Use this URL to cite or link to this record in EThOS: http://ethos.bl.uk/OrderDetails.do?uin=uk.bl.ethos.657529
Title: Evangelicalism and the socialist revival : a study of religion, community and culture in nineteenth century Airdrie
Author: McCabe, M. A.
Awarding Body: University of Edinburgh
Current Institution: University of Edinburgh
Date of Award: 1992
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Abstract:
This thesis explores the relationship between Evangelicalism and the Socialist Revival by way of a study of religion, community and culture in the Scottish town of Airdrie, 1790-1914. Chapter One presents an overview of Evangelicalism in the nineteenth century. The links between Evangelicalism and the Socialist Revival are discussed in Chapter Two where it is argued that Socialist Revivalism, especially as manifest by the Independent Labour Party, was a product of Evangelical-mission culture. Chapter Three looks at the development of Airdrie as a weaving community from the 1790s to 1820s, and Chapter Four examines the r^ole of Evangelicalism and dissent in the construction of community and culture in weaving Airdrie. Chapters Five and Six outline the transformation of Airdrie from a weaving to an industrial town. As an introductory survey of the space that religion occupied in Airdrie from the 1820s, Chapter Seven paves the way for detailed examination, in Chapters Eight and Nine, of the continuing importance of Evangelicalism and dissent in shaping community and culture of Airdrie during the 1830s and 1840s. Chapter Ten considers the impact of the Disruption and of the 1859 revival in Airdrie, and suggests that these events consolidated the burgh's Evangelical Protestant and dissenting identity. Chapter Eleven outlines the development of Airdrie during the late nineteenth-early twentieth centuries and examines the efforts of the ILP to establish a foothold in the town. It is argued that the failure of the ILP in Airdrie was as much a consequence of the embeddedness of Evangelicalism and dissent in local culture as of party political or organisational weakness. Chapter Twelve brings this argument to a conclusion through a consideration of the diffusion of Evangelicalism throughout Airdrie's rich associational culture. It is suggested that because the ILP was competing in Airdrie as just one more Evangelical-revivalist organisation against other, older, better-established Evangelical organisations, its progress was hindered. There was no room for it in Airdrie's Evangelical-mission culture.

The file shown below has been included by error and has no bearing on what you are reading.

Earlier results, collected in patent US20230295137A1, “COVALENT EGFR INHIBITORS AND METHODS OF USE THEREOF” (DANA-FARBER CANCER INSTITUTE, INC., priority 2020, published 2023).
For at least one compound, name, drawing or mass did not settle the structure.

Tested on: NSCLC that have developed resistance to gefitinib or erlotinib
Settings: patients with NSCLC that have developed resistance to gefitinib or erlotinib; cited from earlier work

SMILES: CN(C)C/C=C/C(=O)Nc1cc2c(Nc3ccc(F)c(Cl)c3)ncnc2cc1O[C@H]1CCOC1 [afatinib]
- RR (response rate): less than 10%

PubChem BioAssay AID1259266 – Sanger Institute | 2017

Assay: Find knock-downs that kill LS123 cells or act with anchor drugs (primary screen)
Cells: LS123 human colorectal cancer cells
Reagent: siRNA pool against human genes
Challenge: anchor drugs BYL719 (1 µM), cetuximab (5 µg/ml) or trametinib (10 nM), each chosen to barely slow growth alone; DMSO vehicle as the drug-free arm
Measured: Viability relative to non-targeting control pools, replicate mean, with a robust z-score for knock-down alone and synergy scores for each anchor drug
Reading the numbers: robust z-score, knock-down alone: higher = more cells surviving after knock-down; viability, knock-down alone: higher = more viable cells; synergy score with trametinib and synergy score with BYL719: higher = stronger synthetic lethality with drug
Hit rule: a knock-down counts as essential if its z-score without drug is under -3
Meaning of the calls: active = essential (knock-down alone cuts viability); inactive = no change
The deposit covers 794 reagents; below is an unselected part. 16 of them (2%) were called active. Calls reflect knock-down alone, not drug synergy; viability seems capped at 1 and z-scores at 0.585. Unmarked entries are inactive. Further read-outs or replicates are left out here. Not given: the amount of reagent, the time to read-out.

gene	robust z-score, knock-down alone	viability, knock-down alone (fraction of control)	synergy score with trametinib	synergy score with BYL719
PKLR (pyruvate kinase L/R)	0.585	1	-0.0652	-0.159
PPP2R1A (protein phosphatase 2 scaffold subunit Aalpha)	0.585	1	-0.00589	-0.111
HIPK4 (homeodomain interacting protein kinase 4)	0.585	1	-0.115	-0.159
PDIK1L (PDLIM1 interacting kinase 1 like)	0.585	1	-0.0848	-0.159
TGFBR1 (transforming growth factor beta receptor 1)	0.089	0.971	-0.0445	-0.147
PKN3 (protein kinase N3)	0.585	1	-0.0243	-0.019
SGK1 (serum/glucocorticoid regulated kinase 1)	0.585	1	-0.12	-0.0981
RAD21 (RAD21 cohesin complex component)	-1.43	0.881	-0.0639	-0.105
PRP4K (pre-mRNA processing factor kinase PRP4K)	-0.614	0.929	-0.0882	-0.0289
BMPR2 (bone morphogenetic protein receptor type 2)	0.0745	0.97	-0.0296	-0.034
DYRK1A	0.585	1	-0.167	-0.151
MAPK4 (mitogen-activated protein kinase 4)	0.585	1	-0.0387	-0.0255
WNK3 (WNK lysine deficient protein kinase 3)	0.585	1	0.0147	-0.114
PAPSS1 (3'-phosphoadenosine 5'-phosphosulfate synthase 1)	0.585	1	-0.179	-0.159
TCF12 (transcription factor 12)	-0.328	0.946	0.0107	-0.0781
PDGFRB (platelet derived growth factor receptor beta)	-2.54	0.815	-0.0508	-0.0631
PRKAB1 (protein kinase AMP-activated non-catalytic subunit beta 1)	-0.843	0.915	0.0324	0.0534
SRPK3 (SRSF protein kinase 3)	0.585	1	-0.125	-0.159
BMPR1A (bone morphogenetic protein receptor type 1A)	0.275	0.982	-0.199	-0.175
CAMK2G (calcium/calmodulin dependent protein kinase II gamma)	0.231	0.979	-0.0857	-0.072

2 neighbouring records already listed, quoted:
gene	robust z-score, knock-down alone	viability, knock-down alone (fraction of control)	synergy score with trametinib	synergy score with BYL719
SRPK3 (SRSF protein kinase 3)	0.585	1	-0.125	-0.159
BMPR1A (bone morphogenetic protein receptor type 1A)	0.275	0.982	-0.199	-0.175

Supervisor: Not available Sponsor: Not available
Qualification Name: Thesis (Ph.D.) Qualification Level: Doctoral
EThOS ID: uk.bl.ethos.657529  DOI: Not available
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